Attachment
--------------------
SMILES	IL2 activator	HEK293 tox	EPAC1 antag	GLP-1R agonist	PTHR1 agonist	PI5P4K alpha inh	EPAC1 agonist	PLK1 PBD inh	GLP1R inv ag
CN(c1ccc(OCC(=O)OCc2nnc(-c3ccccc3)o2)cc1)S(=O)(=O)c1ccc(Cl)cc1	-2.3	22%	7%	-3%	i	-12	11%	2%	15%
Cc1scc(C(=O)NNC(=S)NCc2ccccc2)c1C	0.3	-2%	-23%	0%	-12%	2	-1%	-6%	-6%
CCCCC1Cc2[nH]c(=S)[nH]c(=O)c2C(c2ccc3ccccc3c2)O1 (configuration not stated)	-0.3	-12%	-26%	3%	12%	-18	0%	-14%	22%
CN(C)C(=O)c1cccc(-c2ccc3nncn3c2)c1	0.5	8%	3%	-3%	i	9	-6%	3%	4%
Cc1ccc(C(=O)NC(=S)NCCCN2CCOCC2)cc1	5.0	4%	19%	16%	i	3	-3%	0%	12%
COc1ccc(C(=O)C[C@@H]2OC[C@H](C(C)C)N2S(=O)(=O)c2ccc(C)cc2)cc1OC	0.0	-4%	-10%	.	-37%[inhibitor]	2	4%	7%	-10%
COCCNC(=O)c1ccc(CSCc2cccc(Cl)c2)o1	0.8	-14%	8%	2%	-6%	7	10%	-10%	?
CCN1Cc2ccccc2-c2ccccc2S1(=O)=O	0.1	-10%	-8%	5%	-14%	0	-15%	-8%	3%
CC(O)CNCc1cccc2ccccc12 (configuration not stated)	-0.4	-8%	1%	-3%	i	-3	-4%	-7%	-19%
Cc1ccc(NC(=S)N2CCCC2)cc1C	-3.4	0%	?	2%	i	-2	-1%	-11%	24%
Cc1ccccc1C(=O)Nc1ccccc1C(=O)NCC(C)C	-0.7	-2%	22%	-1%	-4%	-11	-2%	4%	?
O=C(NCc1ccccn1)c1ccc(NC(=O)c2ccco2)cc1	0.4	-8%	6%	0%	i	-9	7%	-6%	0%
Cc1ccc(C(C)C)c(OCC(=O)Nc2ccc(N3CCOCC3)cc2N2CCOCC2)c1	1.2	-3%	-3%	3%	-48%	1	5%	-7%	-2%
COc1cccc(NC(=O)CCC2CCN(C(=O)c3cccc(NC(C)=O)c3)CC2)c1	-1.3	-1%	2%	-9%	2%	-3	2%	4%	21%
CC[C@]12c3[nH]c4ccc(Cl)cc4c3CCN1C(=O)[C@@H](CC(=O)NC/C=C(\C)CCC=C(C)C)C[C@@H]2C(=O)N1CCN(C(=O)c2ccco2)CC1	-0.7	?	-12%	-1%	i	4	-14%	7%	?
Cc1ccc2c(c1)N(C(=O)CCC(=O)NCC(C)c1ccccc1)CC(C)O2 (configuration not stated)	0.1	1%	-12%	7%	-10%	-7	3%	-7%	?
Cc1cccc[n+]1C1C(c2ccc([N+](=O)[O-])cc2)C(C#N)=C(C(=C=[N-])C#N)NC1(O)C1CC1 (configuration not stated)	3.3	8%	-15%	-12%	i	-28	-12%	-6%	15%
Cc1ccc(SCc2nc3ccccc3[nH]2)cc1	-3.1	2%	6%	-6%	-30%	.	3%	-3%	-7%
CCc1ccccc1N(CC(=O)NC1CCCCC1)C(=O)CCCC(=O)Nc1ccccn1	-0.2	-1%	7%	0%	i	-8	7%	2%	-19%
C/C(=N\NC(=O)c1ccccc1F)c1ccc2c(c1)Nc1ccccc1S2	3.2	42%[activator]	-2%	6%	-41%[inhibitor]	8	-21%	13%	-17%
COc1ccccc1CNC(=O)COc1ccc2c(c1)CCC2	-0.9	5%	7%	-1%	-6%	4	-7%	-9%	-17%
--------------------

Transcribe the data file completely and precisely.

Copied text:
SMILES	IL2 activator	HEK293 tox	EPAC1 antag	GLP-1R agonist	PTHR1 agonist	PI5P4K alpha inh	EPAC1 agonist	PLK1 PBD inh	GLP1R inv ag
CN(c1ccc(OCC(=O)OCc2nnc(-c3ccccc3)o2)cc1)S(=O)(=O)c1ccc(Cl)cc1	-2.3	22%	7%	-3%	i	-12	11%	2%	15%
Cc1scc(C(=O)NNC(=S)NCc2ccccc2)c1C	0.3	-2%	-23%	0%	-12%	2	-1%	-6%	-6%
CCCCC1Cc2[nH]c(=S)[nH]c(=O)c2C(c2ccc3ccccc3c2)O1 (configuration not stated)	-0.3	-12%	-26%	3%	12%	-18	0%	-14%	22%
CN(C)C(=O)c1cccc(-c2ccc3nncn3c2)c1	0.5	8%	3%	-3%	i	9	-6%	3%	4%
Cc1ccc(C(=O)NC(=S)NCCCN2CCOCC2)cc1	5.0	4%	19%	16%	i	3	-3%	0%	12%
COc1ccc(C(=O)C[C@@H]2OC[C@H](C(C)C)N2S(=O)(=O)c2ccc(C)cc2)cc1OC	0.0	-4%	-10%	.	-37%[inhibitor]	2	4%	7%	-10%
COCCNC(=O)c1ccc(CSCc2cccc(Cl)c2)o1	0.8	-14%	8%	2%	-6%	7	10%	-10%	?
CCN1Cc2ccccc2-c2ccccc2S1(=O)=O	0.1	-10%	-8%	5%	-14%	0	-15%	-8%	3%
CC(O)CNCc1cccc2ccccc12 (configuration not stated)	-0.4	-8%	1%	-3%	i	-3	-4%	-7%	-19%
Cc1ccc(NC(=S)N2CCCC2)cc1C	-3.4	0%	?	2%	i	-2	-1%	-11%	24%
Cc1ccccc1C(=O)Nc1ccccc1C(=O)NCC(C)C	-0.7	-2%	22%	-1%	-4%	-11	-2%	4%	?
O=C(NCc1ccccn1)c1ccc(NC(=O)c2ccco2)cc1	0.4	-8%	6%	0%	i	-9	7%	-6%	0%
Cc1ccc(C(C)C)c(OCC(=O)Nc2ccc(N3CCOCC3)cc2N2CCOCC2)c1	1.2	-3%	-3%	3%	-48%	1	5%	-7%	-2%
COc1cccc(NC(=O)CCC2CCN(C(=O)c3cccc(NC(C)=O)c3)CC2)c1	-1.3	-1%	2%	-9%	2%	-3	2%	4%	21%
CC[C@]12c3[nH]c4ccc(Cl)cc4c3CCN1C(=O)[C@@H](CC(=O)NC/C=C(\C)CCC=C(C)C)C[C@@H]2C(=O)N1CCN(C(=O)c2ccco2)CC1	-0.7	?	-12%	-1%	i	4	-14%	7%	?
Cc1ccc2c(c1)N(C(=O)CCC(=O)NCC(C)c1ccccc1)CC(C)O2 (configuration not stated)	0.1	1%	-12%	7%	-10%	-7	3%	-7%	?
Cc1cccc[n+]1C1C(c2ccc([N+](=O)[O-])cc2)C(C#N)=C(C(=C=[N-])C#N)NC1(O)C1CC1 (configuration not stated)	3.3	8%	-15%	-12%	i	-28	-12%	-6%	15%
Cc1ccc(SCc2nc3ccccc3[nH]2)cc1	-3.1	2%	6%	-6%	-30%	.	3%	-3%	-7%
CCc1ccccc1N(CC(=O)NC1CCCCC1)C(=O)CCCC(=O)Nc1ccccn1	-0.2	-1%	7%	0%	i	-8	7%	2%	-19%
C/C(=N\NC(=O)c1ccccc1F)c1ccc2c(c1)Nc1ccccc1S2	3.2	42%[activator]	-2%	6%	-41%[inhibitor]	8	-21%	13%	-17%
COc1ccccc1CNC(=O)COc1ccc2c(c1)CCC2	-0.9	5%	7%	-1%	-6%	4	-7%	-9%	-17%